Winterizing & Maintaining Garden Irrigation Systems In Cold Climates

This is an important topic to any northern gardener or grower that uses irrigation systems.

You need to know how to winterize your irrigation systems to prevent problems from occurring during the freezing winter months.

Failure to do so can result in expensive and time consuming repairs, sometimes wasting precious water!

Garden Irrigation System Primer

Many gardeners come to the conclusion that permanent or semi-permanent irrigation systems are beneficial.  If you are consistently bringing water to your gardens, an irrigation system might help you.

There are many different designs and configuration options for irrigation systems.  You can use things like drip tape, emitters, sprayers and sprinklers to irrigate your gardens.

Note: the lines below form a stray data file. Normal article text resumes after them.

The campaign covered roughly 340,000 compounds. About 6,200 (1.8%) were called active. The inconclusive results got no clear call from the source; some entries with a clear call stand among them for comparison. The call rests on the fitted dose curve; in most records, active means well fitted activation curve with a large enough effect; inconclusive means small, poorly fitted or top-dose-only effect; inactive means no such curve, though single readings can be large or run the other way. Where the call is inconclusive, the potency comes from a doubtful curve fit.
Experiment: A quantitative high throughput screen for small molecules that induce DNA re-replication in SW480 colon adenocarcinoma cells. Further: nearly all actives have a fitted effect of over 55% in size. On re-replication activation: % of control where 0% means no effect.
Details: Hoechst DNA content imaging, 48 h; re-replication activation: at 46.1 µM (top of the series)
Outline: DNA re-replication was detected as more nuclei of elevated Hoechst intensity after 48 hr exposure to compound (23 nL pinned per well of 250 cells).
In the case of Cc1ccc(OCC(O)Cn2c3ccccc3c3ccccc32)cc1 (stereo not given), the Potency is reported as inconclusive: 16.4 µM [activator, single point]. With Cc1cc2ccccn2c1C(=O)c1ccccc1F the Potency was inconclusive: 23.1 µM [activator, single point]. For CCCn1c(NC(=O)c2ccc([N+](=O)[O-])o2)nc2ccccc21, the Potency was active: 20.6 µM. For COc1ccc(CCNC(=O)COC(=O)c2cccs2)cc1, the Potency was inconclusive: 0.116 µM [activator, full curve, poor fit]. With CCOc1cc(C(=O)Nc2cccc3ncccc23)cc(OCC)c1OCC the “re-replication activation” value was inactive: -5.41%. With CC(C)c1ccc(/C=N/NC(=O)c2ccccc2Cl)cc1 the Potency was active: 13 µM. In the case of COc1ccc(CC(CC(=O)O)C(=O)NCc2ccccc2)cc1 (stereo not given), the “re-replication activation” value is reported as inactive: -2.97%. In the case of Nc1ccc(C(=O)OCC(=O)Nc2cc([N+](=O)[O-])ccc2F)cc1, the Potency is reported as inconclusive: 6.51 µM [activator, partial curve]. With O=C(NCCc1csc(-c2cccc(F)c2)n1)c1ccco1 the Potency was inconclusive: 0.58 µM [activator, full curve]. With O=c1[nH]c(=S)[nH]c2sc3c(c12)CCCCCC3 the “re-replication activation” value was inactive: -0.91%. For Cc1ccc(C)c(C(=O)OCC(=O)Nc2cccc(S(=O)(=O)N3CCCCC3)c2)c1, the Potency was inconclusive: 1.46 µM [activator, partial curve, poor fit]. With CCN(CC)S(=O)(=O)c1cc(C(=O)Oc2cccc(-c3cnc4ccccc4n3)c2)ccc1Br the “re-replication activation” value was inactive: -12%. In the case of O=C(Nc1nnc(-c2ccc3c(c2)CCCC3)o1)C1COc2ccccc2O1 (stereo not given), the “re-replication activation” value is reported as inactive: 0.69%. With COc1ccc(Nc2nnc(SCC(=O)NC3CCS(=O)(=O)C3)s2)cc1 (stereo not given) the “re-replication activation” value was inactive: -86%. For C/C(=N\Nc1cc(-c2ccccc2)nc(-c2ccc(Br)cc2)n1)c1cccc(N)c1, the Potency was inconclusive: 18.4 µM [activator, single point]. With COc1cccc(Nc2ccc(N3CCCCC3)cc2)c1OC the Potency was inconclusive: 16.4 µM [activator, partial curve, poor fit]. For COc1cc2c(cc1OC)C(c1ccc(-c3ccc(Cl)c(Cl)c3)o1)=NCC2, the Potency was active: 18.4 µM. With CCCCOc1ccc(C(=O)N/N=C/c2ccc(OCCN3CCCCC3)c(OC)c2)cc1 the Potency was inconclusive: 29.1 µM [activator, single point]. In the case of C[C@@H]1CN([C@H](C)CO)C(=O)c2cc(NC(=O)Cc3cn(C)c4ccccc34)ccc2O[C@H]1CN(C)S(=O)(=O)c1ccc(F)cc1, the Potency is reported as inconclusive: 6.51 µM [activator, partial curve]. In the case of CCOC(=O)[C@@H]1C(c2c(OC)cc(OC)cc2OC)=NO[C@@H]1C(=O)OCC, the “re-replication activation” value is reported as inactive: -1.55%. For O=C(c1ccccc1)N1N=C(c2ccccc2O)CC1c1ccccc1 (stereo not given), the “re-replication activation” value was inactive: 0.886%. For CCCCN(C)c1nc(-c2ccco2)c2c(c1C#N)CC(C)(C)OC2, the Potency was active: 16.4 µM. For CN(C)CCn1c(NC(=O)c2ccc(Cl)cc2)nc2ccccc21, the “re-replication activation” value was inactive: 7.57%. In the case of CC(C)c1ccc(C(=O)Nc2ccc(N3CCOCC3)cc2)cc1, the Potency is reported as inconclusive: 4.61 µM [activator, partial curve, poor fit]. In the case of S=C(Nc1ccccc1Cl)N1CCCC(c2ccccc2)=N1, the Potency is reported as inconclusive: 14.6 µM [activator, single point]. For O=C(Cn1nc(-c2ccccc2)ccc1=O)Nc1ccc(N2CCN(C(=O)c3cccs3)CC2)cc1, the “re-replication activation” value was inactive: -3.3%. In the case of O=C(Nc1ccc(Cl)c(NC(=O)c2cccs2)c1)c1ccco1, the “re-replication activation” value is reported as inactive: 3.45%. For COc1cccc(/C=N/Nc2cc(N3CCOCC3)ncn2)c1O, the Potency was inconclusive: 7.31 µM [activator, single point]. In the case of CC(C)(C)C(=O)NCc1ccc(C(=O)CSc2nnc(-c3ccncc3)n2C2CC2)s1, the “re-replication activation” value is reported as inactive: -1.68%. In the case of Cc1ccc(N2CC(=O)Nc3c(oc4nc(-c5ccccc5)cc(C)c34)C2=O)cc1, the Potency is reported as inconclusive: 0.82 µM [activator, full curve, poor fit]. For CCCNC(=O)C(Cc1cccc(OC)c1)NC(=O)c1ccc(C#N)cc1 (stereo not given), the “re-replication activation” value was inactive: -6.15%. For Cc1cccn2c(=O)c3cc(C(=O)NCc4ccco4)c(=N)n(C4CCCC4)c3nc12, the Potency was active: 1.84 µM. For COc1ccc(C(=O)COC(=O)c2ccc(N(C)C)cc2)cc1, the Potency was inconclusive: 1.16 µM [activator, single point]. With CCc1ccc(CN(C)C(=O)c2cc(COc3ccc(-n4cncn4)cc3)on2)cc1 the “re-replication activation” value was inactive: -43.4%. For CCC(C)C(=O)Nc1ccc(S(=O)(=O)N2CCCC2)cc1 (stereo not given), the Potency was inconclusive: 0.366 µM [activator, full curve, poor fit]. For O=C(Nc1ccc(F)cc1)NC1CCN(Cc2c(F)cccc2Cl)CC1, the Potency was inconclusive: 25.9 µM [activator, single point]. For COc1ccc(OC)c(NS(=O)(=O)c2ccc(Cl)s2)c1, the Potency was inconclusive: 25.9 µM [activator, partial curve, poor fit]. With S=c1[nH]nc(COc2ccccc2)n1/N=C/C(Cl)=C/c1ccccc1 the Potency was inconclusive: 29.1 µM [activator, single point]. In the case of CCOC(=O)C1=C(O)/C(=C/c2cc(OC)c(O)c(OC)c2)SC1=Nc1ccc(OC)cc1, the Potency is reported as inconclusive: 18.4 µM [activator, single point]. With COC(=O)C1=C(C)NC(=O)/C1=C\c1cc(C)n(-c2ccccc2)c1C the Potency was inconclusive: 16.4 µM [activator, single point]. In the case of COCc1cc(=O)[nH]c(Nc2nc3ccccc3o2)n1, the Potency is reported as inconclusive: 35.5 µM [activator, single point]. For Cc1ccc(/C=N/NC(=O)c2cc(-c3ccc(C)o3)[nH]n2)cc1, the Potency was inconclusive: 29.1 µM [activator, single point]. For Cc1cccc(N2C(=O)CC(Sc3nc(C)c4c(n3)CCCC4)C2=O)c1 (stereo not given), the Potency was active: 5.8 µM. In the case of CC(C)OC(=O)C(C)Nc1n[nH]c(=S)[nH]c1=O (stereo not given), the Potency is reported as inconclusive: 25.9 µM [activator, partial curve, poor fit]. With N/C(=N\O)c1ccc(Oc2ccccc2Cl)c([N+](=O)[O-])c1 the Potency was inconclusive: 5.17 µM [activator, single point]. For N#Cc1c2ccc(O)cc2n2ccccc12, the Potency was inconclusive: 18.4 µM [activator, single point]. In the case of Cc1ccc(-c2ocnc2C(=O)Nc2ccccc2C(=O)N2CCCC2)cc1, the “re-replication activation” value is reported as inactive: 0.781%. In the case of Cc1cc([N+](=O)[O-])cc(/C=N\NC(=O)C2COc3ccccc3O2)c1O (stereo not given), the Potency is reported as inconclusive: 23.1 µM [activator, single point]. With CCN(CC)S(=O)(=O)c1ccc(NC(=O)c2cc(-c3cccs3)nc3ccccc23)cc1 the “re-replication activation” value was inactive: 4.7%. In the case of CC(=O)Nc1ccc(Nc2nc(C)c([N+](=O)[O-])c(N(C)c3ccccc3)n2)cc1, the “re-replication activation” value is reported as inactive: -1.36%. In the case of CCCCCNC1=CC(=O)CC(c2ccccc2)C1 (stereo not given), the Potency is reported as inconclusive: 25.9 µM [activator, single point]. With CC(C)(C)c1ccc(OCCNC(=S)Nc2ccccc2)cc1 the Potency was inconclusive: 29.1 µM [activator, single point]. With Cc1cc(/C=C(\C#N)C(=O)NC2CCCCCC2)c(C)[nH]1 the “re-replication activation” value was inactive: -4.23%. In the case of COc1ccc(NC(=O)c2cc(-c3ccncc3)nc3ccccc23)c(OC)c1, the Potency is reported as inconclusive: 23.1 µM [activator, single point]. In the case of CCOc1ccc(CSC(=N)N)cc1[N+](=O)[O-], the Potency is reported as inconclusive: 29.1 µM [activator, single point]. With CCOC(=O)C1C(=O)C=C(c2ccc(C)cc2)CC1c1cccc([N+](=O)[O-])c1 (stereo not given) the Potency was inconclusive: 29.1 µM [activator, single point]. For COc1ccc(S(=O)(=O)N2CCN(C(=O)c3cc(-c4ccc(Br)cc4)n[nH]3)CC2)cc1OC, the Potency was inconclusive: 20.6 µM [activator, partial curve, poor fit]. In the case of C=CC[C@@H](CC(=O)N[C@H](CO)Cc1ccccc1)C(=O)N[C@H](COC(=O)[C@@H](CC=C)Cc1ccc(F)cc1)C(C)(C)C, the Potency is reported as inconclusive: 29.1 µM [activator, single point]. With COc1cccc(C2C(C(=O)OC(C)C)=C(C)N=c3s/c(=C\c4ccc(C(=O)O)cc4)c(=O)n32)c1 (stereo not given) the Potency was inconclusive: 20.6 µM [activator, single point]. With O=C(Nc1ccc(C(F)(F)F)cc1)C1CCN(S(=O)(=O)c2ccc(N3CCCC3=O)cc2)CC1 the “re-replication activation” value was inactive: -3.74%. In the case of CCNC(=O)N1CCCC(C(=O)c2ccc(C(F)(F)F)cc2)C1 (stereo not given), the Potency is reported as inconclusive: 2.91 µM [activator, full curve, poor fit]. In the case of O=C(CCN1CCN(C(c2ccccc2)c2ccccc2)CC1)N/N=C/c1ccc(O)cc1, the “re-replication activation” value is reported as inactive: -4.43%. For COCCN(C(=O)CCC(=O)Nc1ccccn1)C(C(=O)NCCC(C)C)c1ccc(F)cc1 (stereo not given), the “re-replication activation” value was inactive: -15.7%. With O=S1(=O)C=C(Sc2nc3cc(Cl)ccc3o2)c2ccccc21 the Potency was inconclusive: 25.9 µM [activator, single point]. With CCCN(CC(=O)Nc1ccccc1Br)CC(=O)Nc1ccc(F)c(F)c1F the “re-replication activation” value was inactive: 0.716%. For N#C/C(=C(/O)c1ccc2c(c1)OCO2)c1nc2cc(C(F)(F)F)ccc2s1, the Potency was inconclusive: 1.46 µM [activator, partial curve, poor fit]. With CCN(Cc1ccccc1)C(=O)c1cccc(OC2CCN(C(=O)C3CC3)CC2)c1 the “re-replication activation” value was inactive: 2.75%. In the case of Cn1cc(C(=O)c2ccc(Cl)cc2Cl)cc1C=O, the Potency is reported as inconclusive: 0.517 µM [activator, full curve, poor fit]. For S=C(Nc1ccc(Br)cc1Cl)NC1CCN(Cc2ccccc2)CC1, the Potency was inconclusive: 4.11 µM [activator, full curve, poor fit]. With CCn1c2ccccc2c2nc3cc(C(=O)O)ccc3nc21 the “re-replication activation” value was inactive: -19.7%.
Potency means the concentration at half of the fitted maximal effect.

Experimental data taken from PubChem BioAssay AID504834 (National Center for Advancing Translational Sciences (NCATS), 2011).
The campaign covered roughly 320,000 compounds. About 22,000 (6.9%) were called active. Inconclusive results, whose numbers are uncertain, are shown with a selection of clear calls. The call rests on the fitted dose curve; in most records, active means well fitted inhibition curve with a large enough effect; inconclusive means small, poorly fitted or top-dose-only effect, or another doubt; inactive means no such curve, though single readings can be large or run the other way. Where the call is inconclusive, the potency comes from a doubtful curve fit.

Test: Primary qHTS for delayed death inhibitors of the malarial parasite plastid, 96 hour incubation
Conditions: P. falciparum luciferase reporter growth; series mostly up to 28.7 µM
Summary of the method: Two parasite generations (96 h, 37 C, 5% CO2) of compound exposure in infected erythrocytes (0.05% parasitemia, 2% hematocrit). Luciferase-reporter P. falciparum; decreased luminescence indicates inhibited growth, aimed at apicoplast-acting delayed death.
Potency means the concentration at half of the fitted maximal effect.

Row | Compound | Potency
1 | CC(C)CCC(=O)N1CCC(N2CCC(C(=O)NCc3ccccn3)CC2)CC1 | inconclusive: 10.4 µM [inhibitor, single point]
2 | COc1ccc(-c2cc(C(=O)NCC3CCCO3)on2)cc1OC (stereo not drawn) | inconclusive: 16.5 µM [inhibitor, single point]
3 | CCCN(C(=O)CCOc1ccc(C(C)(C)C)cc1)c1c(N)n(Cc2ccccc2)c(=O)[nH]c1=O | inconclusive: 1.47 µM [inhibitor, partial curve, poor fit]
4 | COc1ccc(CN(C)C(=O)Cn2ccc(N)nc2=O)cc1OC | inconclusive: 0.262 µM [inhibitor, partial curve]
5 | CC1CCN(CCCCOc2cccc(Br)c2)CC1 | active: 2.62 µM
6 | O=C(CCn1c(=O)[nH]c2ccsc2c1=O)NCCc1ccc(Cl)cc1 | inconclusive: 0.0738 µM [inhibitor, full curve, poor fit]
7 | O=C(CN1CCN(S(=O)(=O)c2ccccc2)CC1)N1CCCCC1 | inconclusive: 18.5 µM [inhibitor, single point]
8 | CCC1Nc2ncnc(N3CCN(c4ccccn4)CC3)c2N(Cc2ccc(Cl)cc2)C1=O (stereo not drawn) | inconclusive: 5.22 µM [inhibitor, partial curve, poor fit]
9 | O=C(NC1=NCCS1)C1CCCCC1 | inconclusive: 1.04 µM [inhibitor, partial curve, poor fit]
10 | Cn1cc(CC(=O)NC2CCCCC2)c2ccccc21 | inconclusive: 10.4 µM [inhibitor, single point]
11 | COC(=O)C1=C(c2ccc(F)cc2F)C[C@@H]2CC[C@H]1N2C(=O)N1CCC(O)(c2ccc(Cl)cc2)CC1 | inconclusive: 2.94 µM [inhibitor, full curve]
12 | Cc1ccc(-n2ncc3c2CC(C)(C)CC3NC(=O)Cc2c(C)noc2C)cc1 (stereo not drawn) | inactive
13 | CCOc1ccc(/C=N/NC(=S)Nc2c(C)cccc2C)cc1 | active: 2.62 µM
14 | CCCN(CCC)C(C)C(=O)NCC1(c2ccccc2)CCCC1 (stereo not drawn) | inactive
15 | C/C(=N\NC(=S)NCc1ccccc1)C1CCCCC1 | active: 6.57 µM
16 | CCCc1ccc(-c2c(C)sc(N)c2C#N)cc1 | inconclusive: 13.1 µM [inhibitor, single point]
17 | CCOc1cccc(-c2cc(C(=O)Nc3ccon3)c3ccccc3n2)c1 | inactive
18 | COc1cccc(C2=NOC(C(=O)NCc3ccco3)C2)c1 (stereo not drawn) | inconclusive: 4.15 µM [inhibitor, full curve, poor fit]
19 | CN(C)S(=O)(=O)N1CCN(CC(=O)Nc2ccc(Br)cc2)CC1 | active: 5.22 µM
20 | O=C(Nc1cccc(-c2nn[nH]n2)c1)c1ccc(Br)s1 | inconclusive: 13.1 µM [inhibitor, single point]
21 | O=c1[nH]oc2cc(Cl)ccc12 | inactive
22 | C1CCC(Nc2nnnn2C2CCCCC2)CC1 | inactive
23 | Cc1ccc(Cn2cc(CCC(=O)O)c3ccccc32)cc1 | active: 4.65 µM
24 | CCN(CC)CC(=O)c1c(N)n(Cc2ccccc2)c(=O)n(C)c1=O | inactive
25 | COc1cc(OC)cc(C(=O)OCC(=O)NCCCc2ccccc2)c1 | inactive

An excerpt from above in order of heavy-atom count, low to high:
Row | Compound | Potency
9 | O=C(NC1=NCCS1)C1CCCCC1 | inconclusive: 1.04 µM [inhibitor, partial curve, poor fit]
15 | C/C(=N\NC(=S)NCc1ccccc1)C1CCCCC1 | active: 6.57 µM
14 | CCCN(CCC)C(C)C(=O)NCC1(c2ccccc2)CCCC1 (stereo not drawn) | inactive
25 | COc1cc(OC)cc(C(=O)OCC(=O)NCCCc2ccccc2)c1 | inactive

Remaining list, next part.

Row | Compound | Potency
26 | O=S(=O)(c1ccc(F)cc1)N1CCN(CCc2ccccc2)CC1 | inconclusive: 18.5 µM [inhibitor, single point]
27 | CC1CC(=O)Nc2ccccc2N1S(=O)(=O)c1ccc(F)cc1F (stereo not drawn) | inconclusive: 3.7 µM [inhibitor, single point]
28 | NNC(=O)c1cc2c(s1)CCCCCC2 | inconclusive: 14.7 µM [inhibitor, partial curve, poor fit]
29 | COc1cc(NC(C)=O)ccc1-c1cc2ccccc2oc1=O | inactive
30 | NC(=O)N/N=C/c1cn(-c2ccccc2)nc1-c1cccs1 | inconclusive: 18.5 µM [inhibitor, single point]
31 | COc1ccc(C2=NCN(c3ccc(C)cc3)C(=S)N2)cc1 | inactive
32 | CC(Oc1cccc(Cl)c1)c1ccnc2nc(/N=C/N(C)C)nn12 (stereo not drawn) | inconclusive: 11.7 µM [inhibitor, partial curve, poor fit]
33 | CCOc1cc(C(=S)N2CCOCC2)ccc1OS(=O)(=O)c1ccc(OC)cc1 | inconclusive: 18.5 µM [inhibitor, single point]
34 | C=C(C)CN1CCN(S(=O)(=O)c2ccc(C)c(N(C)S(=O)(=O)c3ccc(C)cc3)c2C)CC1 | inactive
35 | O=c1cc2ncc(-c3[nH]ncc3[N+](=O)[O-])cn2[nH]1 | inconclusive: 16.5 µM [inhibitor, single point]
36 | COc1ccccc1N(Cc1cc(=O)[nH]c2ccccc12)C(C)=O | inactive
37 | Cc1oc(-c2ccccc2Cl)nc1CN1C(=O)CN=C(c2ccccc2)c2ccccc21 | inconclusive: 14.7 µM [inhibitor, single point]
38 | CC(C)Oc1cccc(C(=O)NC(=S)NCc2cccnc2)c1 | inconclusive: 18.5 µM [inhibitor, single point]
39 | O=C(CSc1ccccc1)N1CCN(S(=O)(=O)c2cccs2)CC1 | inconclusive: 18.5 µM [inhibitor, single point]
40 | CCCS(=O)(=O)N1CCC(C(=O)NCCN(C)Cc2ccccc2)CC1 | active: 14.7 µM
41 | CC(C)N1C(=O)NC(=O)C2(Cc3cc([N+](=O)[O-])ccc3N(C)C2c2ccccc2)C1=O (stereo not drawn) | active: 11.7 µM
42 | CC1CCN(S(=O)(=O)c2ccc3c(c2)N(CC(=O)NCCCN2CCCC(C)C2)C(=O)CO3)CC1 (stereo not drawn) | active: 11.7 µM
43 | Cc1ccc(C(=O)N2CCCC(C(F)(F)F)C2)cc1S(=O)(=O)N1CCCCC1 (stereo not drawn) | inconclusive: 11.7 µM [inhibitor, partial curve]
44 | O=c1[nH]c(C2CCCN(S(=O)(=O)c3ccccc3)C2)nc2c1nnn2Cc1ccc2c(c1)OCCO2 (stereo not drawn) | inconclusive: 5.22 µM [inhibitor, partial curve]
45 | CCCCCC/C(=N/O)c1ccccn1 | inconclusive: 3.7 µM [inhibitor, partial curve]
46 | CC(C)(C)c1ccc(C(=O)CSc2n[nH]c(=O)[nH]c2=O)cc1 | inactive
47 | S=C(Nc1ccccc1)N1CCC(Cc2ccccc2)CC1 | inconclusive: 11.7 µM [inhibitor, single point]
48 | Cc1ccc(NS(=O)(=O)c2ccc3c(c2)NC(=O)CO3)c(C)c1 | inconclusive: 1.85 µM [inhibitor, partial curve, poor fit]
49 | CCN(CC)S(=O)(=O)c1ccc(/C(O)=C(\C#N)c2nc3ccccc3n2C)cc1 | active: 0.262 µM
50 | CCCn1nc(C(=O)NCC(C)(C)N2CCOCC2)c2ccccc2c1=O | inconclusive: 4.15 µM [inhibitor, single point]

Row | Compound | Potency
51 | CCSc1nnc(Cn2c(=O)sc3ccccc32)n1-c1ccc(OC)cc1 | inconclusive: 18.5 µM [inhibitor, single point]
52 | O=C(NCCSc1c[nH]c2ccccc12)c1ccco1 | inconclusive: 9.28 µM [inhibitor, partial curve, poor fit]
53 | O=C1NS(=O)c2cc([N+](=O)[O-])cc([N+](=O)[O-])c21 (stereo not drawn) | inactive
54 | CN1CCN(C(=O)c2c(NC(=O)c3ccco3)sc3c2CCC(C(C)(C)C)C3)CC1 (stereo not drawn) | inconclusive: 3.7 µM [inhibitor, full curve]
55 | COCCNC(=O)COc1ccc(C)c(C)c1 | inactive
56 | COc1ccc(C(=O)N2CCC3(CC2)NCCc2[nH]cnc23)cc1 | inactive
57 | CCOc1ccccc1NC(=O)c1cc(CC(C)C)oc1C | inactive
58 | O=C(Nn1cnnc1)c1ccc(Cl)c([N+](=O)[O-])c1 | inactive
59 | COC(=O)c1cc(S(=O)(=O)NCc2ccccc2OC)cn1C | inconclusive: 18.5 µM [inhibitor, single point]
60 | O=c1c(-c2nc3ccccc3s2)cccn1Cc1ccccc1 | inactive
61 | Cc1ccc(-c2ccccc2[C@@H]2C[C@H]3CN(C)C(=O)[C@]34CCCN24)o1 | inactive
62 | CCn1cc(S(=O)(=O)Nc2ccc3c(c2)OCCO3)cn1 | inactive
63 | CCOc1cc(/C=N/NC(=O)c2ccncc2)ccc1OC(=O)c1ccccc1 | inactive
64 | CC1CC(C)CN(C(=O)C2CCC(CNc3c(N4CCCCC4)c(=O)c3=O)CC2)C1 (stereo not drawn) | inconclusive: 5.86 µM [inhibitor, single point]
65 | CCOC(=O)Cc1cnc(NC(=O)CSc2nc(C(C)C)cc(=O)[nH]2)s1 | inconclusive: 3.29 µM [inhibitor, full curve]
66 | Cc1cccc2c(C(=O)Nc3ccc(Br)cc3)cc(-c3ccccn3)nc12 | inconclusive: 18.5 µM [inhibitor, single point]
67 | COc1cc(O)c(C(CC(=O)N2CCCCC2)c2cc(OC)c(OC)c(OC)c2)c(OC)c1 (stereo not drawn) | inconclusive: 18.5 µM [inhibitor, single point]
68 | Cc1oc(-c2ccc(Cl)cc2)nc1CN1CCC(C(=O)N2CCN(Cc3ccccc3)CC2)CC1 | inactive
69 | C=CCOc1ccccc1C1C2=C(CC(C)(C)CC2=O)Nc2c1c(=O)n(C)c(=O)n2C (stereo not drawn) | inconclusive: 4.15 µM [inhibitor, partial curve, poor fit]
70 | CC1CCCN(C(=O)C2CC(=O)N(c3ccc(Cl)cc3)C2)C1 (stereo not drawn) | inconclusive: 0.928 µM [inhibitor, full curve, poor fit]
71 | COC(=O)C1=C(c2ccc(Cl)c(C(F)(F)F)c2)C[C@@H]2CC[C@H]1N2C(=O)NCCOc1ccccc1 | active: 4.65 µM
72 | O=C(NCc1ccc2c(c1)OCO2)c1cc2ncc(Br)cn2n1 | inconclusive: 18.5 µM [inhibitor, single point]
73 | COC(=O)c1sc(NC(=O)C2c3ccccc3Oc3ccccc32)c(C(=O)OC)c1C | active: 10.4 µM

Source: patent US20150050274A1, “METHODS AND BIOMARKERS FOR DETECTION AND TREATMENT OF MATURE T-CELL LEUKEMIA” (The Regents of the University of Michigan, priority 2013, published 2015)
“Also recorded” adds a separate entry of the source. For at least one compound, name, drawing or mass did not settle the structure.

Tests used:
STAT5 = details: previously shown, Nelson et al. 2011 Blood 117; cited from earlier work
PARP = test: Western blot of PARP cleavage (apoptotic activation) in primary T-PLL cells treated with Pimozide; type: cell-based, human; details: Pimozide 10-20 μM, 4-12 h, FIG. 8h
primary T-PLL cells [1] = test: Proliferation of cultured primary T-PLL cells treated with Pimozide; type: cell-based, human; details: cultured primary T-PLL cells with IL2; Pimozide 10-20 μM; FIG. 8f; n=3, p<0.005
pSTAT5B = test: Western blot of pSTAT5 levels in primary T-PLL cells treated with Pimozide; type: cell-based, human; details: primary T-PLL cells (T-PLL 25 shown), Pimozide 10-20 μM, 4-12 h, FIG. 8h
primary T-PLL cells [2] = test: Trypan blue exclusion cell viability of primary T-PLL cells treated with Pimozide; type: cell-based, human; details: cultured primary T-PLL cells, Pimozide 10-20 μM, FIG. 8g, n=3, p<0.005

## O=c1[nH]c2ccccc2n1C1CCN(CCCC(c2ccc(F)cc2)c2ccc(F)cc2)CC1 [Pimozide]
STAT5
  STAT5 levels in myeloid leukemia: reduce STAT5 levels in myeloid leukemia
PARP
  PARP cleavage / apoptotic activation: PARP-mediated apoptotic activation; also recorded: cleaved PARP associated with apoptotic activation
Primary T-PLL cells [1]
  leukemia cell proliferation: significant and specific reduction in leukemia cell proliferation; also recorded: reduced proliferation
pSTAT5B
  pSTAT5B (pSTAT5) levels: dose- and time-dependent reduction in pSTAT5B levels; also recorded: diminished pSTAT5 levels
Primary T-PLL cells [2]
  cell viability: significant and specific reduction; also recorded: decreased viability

It is fairly typical to use irrigation tubing as a means of delivering water from its source to the destination.  This is often semi-rigid piping, commonly known as irrigation tube.

Various fittings can be used to wrap around corners, break out lines and terminate the irrigation line as needed.

We extensively use irrigation systems as it significantly reduces the amount of labor we have to spend watering our gardens.  We have several “zones” that allow us to water multiple gardens.

Irrigation systems often contribute to much higher levels of water conservation compared to hose sprayers.  It reduces overspray and wasted water on the plant’s leaves, which typically just evaporates.

Since we mostly use rain water catchment to water our gardens, that conservation is important!

The Problem With Northern Garden Irrigation Systems

Irrigation systems are great over the summer!  The northern gardener appreciates these systems every day.

However, in northern climates, it is extremely common to see freezing temperatures over the long winter months.

When water freezes, it expands.